"I didn’t get into this race thinking that I could avoid this kind of politics. But I am running for president because this is the time to end it."
So said the High Priest of Hyde Park in his victory speech Tuesday night. The likes of Paul Krugman, Keith Olbermann and the staff of The Nation have found themselves starry-eyed by how inspiring this message sounds. But in order to actually believe that Obama is a different type of politician, one must willfully blind himself to the way in which the Changemaker has conducted his campaign so far.
First, after McCain had the audacity to point out that a senior Hamas official offered a public endorsement of Obama's candidacy, the junior senator shot back that McCain was "losing his bearings" -- a line usually directed at someone advancing in age who appears to be suffering from mental slippage. Secondly, Obama has gone out of his way at rallies and in campaign speeches to punctuate any remark about McCain with mocking deference to his "five decades of service to our country" -- obviously, pointing out that McCain has been around far too long. And third, Obama has a distracting habit of decrying the "politics of old," while simultaneously levying one of the following two generalities at McCain: he either "offers a third term of President Bush's failed policies" or "represents the politics of yesterday."
This M.O. is fascinating.
Over the summer and into the fall, the Chairman and I will dissect how exactly McCain can snatch victory from the jaws of what should be a landslide Republican defeat in November. But the first path is clear. Even putting aside Obama's laughably extremist record, McCain can go for the jugular and echo this remark from his top aide, Mark Salter:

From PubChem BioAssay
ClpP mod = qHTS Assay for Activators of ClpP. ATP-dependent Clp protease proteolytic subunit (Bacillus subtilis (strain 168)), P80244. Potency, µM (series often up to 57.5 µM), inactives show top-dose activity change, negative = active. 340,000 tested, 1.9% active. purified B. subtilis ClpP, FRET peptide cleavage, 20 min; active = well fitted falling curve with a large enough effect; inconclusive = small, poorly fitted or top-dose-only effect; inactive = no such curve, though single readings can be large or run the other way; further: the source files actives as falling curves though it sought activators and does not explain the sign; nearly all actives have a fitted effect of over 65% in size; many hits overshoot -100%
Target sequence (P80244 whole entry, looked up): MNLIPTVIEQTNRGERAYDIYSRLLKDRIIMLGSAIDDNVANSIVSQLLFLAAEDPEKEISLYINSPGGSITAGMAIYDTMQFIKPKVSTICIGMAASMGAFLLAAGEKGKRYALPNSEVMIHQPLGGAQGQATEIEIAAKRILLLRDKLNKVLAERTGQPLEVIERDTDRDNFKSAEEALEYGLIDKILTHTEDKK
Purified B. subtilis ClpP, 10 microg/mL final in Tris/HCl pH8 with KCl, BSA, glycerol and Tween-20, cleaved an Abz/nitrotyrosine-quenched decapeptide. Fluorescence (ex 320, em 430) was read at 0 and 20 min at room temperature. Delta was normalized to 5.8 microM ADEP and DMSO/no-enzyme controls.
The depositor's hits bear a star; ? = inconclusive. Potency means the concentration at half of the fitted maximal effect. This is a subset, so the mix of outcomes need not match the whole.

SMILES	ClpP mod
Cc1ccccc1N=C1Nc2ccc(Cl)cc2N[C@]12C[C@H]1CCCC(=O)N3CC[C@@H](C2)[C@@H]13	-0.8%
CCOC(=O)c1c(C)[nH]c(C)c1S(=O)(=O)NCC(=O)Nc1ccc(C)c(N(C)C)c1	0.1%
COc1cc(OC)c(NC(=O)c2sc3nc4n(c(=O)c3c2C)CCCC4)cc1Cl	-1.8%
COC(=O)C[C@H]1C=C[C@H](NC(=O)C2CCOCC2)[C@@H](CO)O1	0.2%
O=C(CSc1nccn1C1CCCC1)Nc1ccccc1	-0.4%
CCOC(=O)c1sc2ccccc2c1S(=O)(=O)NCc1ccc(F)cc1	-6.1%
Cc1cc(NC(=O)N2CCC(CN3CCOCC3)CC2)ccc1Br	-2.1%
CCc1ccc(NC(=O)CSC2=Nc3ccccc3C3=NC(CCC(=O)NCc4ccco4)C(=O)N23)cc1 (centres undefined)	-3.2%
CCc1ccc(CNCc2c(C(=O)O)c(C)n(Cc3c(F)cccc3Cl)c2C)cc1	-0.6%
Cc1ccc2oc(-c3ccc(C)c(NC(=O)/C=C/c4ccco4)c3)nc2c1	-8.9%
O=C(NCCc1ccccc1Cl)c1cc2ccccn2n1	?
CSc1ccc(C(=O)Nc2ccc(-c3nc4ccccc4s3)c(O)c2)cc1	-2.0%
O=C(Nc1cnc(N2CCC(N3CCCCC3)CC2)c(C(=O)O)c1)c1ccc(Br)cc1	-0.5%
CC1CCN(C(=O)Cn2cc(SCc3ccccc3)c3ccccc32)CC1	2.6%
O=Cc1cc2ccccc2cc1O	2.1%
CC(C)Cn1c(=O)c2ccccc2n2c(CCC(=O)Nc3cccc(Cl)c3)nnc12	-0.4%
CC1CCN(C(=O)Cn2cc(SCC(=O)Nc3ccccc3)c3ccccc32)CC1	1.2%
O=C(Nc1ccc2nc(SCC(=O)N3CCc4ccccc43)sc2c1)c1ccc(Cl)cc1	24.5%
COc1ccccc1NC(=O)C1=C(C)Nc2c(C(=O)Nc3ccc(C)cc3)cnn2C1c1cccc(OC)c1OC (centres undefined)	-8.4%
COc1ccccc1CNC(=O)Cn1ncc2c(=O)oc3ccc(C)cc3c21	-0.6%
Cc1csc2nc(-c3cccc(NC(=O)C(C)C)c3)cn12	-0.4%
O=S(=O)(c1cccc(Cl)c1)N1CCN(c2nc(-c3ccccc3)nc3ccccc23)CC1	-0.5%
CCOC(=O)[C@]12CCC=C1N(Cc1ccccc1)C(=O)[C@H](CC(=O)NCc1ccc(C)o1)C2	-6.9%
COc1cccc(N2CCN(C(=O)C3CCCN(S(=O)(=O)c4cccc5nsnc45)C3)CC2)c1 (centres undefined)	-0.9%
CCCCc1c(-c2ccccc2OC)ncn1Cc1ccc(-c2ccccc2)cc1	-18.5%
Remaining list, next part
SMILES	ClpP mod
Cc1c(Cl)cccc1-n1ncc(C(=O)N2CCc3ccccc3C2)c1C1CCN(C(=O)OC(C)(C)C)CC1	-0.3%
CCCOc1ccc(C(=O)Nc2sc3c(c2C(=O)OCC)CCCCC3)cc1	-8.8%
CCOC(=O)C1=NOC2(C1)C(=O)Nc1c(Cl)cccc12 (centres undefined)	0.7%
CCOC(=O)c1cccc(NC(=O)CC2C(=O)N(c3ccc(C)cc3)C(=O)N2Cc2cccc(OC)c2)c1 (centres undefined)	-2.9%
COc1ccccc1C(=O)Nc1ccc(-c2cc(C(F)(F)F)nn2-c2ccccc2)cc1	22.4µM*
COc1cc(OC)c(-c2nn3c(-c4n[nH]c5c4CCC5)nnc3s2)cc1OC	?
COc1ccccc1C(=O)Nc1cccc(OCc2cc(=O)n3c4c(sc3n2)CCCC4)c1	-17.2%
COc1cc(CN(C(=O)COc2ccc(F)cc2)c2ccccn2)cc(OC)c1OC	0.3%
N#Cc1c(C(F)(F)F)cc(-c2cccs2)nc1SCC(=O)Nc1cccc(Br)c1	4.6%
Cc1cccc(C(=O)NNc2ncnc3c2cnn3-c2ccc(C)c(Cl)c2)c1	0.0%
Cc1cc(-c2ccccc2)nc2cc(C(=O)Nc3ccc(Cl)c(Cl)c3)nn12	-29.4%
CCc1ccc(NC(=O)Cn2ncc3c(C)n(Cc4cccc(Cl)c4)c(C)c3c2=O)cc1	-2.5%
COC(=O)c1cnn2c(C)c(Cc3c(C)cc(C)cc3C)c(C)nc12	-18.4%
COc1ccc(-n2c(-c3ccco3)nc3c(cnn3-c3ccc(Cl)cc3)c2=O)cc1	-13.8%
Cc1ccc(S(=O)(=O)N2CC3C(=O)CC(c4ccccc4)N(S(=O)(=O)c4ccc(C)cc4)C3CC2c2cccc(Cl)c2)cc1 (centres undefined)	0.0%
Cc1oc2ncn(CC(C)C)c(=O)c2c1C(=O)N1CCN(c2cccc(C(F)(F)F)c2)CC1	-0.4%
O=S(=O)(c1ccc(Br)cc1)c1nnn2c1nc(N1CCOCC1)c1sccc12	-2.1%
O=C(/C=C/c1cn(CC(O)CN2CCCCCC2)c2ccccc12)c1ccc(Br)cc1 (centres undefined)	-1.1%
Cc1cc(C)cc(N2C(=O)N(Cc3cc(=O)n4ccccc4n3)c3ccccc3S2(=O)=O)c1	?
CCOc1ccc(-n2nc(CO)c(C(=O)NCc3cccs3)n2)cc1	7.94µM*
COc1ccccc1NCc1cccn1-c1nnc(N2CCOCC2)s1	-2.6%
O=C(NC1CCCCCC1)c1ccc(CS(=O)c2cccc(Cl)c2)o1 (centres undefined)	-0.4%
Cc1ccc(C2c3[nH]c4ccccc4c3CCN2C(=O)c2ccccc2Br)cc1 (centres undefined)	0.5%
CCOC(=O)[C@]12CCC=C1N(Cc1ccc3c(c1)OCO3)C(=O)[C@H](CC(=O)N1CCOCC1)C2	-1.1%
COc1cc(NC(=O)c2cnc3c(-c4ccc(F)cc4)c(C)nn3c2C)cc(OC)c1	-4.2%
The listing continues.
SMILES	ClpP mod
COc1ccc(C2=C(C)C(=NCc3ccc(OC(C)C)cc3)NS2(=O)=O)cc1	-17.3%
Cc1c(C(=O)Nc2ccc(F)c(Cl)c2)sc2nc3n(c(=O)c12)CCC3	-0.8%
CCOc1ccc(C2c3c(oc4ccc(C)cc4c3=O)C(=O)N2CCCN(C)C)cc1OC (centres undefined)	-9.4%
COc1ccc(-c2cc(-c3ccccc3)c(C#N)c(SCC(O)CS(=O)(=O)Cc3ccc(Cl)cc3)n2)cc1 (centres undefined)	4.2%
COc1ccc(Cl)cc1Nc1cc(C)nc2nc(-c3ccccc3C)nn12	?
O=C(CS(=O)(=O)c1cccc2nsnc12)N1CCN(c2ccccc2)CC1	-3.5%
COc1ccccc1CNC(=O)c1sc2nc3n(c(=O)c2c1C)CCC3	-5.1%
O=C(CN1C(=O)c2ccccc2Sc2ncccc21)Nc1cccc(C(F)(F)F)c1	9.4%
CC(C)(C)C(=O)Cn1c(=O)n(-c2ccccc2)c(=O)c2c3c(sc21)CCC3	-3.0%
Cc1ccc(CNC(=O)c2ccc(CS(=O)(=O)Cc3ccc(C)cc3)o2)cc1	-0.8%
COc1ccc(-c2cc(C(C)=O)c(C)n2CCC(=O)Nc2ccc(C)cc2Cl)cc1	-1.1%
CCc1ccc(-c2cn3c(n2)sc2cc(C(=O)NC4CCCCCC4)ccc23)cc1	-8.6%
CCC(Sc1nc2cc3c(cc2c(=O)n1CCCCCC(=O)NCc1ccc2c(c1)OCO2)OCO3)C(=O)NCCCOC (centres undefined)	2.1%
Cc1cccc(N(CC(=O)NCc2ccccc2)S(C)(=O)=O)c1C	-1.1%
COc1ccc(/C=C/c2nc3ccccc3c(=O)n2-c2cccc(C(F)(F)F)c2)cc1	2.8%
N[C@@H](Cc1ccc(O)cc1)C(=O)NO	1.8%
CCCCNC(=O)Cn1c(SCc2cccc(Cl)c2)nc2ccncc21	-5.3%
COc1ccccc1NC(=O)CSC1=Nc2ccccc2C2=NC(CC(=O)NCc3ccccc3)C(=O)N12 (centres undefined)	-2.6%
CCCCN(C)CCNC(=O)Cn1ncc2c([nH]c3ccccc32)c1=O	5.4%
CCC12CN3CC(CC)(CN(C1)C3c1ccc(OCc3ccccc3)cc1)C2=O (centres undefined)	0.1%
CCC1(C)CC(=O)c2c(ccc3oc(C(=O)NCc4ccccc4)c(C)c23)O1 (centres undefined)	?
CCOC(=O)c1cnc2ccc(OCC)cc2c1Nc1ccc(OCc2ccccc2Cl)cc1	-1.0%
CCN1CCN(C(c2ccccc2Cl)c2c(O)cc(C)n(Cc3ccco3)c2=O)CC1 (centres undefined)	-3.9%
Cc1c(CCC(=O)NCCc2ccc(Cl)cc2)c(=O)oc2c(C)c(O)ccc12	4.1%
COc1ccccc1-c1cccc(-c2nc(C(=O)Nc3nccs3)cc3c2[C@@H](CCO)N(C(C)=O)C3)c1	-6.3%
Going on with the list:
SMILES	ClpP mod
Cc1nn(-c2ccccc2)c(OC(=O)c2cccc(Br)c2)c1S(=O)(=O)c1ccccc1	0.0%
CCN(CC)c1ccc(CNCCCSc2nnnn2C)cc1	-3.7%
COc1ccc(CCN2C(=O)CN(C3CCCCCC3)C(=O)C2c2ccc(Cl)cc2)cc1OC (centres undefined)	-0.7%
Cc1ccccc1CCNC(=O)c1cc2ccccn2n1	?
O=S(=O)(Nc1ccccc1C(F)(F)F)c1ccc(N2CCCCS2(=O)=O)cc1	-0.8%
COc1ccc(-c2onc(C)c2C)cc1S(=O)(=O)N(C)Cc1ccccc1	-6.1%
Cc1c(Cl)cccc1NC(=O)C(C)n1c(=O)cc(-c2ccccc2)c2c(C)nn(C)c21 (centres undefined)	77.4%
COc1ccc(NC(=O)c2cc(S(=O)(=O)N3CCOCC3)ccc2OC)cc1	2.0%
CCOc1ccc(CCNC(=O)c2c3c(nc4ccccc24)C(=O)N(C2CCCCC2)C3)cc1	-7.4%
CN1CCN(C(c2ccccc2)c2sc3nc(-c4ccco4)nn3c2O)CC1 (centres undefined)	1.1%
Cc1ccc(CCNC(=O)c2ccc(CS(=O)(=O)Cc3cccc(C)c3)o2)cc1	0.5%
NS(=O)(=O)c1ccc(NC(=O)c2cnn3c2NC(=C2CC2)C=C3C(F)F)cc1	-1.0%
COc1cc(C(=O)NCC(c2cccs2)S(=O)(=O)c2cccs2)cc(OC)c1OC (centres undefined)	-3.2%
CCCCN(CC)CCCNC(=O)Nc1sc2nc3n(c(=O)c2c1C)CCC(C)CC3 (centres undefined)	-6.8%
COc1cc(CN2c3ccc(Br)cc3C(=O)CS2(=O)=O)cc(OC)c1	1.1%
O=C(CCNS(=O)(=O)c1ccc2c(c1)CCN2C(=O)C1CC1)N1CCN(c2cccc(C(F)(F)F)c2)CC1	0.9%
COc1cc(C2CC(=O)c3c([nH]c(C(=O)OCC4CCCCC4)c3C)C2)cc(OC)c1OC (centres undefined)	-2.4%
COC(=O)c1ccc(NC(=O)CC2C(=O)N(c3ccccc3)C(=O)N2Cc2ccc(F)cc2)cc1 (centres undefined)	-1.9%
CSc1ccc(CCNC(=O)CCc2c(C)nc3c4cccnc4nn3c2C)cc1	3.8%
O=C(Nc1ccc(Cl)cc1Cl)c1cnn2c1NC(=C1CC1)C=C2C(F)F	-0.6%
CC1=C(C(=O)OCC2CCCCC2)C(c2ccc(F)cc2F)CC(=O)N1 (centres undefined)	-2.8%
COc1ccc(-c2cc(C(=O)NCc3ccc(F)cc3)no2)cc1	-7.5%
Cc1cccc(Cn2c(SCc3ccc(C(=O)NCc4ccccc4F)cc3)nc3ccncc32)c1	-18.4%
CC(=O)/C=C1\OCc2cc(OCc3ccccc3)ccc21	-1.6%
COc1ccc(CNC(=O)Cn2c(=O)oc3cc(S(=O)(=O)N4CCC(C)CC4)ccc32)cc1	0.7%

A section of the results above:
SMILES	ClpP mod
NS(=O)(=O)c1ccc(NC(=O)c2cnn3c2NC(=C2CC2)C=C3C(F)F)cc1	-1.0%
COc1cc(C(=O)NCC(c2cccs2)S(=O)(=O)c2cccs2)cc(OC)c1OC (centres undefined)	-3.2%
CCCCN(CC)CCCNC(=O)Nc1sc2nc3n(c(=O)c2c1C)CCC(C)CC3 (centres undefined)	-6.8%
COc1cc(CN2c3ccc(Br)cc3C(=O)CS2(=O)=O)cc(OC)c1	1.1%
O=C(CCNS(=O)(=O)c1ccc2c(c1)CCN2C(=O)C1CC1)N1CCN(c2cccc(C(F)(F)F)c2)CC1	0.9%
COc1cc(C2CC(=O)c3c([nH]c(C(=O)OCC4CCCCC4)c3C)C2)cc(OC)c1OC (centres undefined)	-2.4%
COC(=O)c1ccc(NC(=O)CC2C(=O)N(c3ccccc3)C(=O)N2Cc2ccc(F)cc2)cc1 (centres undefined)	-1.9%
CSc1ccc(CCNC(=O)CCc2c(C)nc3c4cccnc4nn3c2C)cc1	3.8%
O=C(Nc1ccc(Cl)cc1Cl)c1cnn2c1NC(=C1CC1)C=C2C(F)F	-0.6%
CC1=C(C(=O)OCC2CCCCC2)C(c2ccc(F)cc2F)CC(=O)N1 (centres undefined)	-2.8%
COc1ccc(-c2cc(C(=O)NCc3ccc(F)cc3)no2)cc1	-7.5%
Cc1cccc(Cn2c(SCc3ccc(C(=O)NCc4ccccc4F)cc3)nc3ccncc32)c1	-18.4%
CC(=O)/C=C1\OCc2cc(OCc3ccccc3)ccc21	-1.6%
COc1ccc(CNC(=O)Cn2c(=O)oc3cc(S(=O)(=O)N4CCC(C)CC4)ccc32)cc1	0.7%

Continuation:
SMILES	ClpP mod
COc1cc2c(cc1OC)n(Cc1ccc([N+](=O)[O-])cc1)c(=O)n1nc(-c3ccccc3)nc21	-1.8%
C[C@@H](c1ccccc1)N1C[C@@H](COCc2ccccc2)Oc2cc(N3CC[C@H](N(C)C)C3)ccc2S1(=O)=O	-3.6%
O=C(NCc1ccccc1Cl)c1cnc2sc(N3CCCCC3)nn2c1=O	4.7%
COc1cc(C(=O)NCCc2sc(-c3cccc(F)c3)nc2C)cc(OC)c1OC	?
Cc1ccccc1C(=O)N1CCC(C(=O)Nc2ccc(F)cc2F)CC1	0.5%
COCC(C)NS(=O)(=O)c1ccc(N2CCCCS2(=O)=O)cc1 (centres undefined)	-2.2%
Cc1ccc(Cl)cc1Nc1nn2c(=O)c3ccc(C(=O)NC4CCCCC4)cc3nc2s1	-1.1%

"We have all become familiar with Sen. Obama's new brand of politics. First, you demand civility from your opponent. Then you attack him, distort his record and send out surrogates to question his integrity. It is called hypocrisy, and it is the oldest kind of politics there is."
And thus emerges have point number one. Obama's appeal derives from the novel idea of running on a "change" platform and claiming to rise above the normal partisan fray. It's a compelling idea, to be sure, as the Pope of Hope continues to ride the wave and has nearly buried Sen. Clinton in the process. But running a campaign based on platitudes is dangerous, especially when one's actions don't quite comport with the rhetoric.
During the Democratic primary, the Clintons proved that Obama can indeed be goaded into mudslinging. It's simply impossible for a politician to resist counterpunching when he repeatedly is being hit with dirt. And when Obama goes negative, his post-partisan image is exposed for what it is: A complete fraud.
Rarely has there been a candidate with more unaired dirty laundry than Obama. He is not a man frought with ethical issues, but inside the phony independent shell is a Pandora's box of material at which McCain can pound away.
If McCain doesn't wish to go negative, perhaps he should have stepped aside for Mitt or Rudy. The voters deserve to know how phony Obama's post-partisan message is. And McCain had better be ready to throw the kitchen sink at the Changemaker come August.